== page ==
Often called the most autobiographical of Arthur Miller's plays, After the Fall probes deeply into the psyche of Quentin, a man who ruthlessly revisits his past to explain the catastrophe that is his life. His journey backward takes him through a troubled upbringing, the bitter death of his mother, and a series of failed relationships.
Plautus's broad humor, shown in some of the earliest surviving Latin plays, reflects Roman manners and contemporary life. This briliant collection includes: The Pot of Gold (Aulularia), The Prisoners (Captivi), The Brothers Menaechmus (Menaechmi), The Swaggering Soldier (Miles Gloriosus), and Pseudolus.For more than seventy years, Penguin has been the leading publisher of classic literature in the English-speaking world. With more than 1,700 titles, Penguin Classics represents a global bookshelf of the best works throughout history and across genres and disciplines. Readers trust the series to provide authoritative texts enhanced by introductions and notes by distinguished scholars and contemporary authors, as well as up-to-date translations by award-winning translators.
Set in a landscape stripped bare by civil war, two "independents" forge an alliance of convenience in order to buy their way into the land of the free, the one safe haven in an otherwise lawless landscape. Hiding from marauding armies, they travel the country, gathering great art treasures from crumbling museums. But with the border to freedom in sight, they're captured by forces from the new coalition government. They can still buy their freedom - if they agree to do one little job for the new government.
In nine paperback volumes, the Grene and Lattimore editions offer the most comprehensive selection of the Greek tragedies available in English. Over the years these authoritative, critically acclaimed editions have been the preferred choice of over three million readers for personal libraries and individual study as well as for classroom use.
The best translation of Faust available, this volume provides the original German text and its English counterpart on facing pages. Walter Kaufmann's translation conveys the poetic beauty and rhythm as well as the complex depth of Goethe's language. Includes Part One and selections from Part Two.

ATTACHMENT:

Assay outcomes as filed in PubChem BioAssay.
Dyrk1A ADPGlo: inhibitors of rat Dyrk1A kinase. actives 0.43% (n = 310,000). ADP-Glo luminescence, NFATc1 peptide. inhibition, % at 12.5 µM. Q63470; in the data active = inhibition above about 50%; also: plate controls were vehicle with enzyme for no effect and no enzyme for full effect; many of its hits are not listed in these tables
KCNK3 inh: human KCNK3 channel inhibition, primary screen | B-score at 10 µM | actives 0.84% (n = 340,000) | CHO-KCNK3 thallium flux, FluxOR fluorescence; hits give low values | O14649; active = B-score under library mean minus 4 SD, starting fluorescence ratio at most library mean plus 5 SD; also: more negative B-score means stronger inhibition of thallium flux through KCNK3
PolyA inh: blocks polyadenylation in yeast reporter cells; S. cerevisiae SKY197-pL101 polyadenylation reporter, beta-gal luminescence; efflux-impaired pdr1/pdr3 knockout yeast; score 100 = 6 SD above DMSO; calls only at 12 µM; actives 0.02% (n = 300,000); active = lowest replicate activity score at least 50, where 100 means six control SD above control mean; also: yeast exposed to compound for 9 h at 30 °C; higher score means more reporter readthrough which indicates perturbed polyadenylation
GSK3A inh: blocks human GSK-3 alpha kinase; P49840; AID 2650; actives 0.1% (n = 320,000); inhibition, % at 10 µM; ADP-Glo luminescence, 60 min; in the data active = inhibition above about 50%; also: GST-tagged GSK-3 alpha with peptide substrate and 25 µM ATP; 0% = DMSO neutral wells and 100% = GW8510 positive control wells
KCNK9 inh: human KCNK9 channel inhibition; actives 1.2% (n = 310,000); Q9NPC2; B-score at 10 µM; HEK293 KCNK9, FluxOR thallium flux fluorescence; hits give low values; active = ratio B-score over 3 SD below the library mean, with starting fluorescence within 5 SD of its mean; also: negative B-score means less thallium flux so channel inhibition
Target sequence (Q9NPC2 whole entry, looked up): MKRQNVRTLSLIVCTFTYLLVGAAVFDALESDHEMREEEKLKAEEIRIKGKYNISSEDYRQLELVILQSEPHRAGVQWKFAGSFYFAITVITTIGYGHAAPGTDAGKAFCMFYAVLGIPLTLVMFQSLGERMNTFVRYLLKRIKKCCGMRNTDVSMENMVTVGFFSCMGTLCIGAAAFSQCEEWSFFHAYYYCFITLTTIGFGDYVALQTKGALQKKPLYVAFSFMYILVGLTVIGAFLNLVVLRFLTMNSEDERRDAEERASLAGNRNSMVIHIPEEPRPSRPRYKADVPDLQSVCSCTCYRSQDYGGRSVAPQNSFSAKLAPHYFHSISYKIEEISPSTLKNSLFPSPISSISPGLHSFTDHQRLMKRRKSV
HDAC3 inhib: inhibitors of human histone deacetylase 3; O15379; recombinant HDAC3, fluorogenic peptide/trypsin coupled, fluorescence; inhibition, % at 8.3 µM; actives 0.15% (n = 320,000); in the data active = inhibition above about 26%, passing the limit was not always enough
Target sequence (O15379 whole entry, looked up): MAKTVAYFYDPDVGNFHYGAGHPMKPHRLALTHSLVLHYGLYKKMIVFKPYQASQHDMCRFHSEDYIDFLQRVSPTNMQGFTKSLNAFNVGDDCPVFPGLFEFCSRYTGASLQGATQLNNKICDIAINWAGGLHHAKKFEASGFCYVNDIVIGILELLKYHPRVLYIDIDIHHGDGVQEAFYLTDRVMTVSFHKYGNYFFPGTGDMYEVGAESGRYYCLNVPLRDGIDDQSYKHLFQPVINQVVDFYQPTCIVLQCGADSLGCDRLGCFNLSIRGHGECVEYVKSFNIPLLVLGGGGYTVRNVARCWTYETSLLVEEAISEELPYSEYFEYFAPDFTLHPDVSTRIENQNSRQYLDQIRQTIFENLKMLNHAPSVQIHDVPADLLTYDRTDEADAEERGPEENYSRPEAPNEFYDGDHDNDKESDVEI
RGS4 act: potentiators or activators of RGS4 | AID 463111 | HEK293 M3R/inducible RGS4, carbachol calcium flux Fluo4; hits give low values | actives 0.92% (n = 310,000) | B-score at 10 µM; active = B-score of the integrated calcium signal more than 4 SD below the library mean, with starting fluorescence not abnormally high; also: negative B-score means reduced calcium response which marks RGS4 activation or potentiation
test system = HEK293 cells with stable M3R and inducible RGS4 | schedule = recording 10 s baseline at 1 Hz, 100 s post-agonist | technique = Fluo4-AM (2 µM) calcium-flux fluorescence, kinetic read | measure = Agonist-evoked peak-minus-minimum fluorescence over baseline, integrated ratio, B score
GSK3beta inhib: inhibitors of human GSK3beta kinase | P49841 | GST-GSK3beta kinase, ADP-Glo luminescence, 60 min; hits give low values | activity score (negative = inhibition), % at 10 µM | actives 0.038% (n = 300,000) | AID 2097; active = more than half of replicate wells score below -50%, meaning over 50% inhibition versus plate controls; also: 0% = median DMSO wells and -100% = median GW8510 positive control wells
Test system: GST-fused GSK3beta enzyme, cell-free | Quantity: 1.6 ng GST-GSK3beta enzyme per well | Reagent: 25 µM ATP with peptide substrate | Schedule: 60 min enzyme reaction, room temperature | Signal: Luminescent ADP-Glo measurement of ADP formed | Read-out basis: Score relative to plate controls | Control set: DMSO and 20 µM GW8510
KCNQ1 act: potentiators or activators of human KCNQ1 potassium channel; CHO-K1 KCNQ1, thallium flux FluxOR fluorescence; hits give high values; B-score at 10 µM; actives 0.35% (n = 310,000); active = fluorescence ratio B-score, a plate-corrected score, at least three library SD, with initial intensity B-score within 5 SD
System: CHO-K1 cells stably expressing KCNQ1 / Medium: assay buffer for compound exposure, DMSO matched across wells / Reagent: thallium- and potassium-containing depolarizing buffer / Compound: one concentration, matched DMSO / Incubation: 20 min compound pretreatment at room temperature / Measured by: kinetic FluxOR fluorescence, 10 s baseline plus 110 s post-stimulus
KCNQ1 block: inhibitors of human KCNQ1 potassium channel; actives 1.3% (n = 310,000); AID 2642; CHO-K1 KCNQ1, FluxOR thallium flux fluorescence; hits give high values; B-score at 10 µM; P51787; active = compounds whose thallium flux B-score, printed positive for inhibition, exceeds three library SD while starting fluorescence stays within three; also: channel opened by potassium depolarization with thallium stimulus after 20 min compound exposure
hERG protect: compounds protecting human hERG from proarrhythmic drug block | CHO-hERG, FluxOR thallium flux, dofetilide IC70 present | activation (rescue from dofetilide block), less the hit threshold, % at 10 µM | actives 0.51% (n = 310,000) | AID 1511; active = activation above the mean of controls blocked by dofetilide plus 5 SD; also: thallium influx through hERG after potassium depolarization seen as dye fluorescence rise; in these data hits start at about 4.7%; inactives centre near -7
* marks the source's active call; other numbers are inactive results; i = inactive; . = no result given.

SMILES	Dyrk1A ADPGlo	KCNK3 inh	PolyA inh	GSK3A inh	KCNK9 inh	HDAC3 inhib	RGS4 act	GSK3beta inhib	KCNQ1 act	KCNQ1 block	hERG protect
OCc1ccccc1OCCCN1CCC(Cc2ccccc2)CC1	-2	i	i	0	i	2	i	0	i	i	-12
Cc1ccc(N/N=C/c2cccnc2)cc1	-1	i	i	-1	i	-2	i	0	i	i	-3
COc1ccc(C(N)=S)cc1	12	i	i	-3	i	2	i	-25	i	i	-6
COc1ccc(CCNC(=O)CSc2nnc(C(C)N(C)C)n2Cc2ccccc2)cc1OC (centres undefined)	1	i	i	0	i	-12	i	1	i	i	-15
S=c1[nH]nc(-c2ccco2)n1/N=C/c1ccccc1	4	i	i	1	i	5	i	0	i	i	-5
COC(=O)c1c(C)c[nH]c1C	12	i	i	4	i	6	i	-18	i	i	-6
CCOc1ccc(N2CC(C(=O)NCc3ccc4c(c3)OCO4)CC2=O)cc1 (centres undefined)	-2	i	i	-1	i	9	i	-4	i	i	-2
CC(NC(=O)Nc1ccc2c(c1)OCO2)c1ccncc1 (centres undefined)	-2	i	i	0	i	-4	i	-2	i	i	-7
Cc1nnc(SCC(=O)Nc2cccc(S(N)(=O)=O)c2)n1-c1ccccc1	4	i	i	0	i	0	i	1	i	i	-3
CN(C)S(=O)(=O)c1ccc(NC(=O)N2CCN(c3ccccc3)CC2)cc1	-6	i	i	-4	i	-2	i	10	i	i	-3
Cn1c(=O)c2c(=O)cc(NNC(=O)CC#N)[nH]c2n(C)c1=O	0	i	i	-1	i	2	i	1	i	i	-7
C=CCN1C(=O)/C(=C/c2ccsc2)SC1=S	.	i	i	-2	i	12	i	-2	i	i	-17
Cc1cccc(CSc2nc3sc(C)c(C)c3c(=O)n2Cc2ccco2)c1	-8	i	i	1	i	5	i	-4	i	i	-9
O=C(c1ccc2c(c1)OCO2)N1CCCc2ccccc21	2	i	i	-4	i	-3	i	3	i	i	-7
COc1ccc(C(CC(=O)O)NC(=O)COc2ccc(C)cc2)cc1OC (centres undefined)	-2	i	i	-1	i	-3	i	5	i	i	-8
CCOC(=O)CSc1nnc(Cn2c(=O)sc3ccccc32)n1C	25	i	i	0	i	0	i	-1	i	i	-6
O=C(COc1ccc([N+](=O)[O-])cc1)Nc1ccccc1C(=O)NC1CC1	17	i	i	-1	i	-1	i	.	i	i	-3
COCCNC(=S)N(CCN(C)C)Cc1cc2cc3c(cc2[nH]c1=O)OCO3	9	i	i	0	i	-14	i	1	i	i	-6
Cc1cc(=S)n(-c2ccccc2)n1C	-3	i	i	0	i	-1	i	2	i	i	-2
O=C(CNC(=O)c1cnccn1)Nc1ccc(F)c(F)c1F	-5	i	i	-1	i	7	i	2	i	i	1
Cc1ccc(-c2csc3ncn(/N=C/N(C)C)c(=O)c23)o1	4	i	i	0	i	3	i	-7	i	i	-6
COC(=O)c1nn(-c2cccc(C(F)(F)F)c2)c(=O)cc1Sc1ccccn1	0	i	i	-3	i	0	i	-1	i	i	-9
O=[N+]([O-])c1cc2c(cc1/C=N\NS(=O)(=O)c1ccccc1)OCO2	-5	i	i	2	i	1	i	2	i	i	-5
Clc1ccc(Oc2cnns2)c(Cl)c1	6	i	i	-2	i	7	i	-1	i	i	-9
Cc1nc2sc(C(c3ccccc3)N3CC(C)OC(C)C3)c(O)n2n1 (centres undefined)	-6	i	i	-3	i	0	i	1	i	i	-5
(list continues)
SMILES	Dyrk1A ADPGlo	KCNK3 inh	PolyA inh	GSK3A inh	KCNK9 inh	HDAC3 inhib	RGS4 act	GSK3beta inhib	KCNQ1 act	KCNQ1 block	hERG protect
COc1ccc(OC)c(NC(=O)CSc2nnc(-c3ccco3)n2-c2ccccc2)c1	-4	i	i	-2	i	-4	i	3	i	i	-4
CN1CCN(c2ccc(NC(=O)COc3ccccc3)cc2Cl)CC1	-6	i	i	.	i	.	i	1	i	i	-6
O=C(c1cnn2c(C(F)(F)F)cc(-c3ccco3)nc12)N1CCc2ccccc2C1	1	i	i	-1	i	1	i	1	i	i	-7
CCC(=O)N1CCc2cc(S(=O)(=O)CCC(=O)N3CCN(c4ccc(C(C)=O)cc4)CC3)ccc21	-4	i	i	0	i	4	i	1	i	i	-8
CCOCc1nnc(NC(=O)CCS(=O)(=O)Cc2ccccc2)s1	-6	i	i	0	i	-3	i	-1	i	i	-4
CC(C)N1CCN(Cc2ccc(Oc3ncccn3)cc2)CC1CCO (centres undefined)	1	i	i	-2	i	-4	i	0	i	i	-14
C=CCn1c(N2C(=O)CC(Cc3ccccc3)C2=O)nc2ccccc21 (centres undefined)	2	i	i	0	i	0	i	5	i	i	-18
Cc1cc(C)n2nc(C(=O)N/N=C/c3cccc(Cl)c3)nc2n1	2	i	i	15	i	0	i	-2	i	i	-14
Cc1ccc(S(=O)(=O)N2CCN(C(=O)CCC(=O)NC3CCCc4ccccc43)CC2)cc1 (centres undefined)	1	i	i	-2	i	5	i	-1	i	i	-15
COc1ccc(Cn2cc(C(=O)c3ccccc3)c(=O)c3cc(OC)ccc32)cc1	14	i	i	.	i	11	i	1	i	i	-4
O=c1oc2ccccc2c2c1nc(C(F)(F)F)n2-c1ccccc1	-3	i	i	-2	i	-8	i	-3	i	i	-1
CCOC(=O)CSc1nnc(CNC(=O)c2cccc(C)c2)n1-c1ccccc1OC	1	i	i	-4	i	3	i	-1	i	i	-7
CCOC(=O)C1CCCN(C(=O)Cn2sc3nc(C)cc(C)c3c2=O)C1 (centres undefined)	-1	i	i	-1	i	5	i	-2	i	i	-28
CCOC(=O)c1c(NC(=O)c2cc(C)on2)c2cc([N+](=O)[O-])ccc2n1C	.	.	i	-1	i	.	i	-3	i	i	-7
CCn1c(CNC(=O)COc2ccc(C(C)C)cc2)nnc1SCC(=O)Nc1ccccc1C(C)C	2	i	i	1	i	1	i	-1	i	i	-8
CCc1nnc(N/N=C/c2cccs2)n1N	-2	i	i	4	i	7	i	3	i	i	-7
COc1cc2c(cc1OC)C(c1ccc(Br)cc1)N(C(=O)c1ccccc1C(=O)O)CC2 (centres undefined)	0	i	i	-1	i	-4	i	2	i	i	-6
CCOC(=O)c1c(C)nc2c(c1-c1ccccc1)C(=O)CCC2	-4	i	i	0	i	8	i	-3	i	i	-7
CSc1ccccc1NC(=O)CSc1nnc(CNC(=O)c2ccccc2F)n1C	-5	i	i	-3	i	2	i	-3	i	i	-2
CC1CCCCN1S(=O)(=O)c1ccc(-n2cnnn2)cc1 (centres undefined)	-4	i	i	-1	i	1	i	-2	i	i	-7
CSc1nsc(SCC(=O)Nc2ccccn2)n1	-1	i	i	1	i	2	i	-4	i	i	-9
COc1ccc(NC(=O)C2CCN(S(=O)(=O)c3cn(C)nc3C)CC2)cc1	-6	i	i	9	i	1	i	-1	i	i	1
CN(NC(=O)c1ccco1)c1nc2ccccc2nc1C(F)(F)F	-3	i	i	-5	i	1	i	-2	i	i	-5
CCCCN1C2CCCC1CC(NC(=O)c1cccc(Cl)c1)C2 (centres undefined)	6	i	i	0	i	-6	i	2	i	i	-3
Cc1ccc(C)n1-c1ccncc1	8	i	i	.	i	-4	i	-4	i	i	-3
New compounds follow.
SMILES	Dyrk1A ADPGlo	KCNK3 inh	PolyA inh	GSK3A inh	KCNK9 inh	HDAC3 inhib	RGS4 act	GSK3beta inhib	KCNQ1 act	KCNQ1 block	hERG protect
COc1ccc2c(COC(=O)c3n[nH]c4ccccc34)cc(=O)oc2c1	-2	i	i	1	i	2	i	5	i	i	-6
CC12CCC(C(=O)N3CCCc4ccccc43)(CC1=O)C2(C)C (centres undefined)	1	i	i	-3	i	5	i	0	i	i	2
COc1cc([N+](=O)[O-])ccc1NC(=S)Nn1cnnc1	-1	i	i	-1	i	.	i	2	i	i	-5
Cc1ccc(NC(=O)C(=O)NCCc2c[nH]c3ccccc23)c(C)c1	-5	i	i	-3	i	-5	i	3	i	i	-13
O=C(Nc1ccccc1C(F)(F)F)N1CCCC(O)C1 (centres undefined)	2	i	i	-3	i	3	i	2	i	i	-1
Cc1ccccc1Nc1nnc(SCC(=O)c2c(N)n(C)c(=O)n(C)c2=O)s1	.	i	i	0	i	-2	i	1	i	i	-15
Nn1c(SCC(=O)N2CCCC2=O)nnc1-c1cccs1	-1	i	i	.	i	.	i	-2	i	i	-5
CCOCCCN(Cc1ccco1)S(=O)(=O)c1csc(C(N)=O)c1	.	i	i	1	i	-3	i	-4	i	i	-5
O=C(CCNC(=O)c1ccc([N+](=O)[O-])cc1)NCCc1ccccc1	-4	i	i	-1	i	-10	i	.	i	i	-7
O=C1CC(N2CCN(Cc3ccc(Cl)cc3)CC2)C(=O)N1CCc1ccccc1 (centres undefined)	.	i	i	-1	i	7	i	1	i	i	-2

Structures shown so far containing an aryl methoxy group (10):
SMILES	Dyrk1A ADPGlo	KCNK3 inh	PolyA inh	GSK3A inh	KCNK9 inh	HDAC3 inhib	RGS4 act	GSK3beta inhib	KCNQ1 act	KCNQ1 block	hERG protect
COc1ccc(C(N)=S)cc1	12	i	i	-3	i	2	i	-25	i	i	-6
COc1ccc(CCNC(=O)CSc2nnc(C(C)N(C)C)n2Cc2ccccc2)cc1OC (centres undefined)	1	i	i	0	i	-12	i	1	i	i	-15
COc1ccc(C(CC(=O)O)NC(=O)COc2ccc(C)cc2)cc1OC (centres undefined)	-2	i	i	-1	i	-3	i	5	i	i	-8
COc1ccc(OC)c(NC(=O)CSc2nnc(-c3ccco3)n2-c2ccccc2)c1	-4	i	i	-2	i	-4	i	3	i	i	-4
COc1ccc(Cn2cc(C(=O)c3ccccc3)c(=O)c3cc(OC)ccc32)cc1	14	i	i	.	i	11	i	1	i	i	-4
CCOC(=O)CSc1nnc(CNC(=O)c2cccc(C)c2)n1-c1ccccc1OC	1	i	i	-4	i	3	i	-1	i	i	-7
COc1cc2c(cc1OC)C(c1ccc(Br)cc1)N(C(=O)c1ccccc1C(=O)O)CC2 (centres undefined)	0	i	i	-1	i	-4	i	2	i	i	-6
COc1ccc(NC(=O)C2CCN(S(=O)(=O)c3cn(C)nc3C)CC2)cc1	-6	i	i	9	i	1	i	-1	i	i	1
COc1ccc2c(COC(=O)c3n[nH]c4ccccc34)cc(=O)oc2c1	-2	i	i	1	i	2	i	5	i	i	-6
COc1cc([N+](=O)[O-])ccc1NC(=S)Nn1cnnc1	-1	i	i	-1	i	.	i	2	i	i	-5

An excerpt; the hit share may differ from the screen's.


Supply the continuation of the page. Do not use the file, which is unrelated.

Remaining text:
This volume contains every play written by Joe Orton, who emerged in the 1960s as the most talented comic playwright in recent English history. Orton, who was murdered in 1967 at the age of thirty-four, was considered the direct successor to Wilde, Shaw, and Coward.Includes:
The Ruffian on the Stair
Entertaining Mr. Sloane
The Good and Faithful Servant
The Erpingham Camp
What the Butler Saw
Only one of these plays (The Purification) is written in verse, but in all of them the approach to character is by way of poetic revelation. Whether Williams is writing of derelict roomers in a New Orleans boarding house (The Lady of Larkspur Lotion) or the memories of a venerable traveling salesman (The Last of My Solid Gold Watches) or of delinquent children (This Property is Condemned), his insight into human nature is that of the poet. He can compress the basic meaning of life--its pathos or its tragedy, its bravery or the quality of its love--into one small scene or a few moments of dialogue.
Mr. Williams's views on the role of the little theater in American culture are contained in a stimulating essay, "Something wild...," which serves as an introduction to this collection.
Two classic plays translated by a Pulitzer Prize-winning poet into English verse. In The Misanthrope, society itself is indicted and the impurity of its critic's motives is exposed. In Tartuffe, the bigoted and prudish Orgon falls completely under the power of the wily Tartuffe. Introductions by Richard Wilbur.
T. S. Eliot's verse dramatization of the murder of Thomas Becket at Canterbury, winner of the Nobel Prize for Literature
The Archbishop Thomas Becket speaks fatal words before he is martyred in T. S. Eliot's best-known drama, based on the murder of the Archbishop of Canterbury in 1170. Praised for its poetically masterful handling of issues of faith, politics, and the common good, T. S. Eliot's play bolstered his reputation as the most significant poet of his time.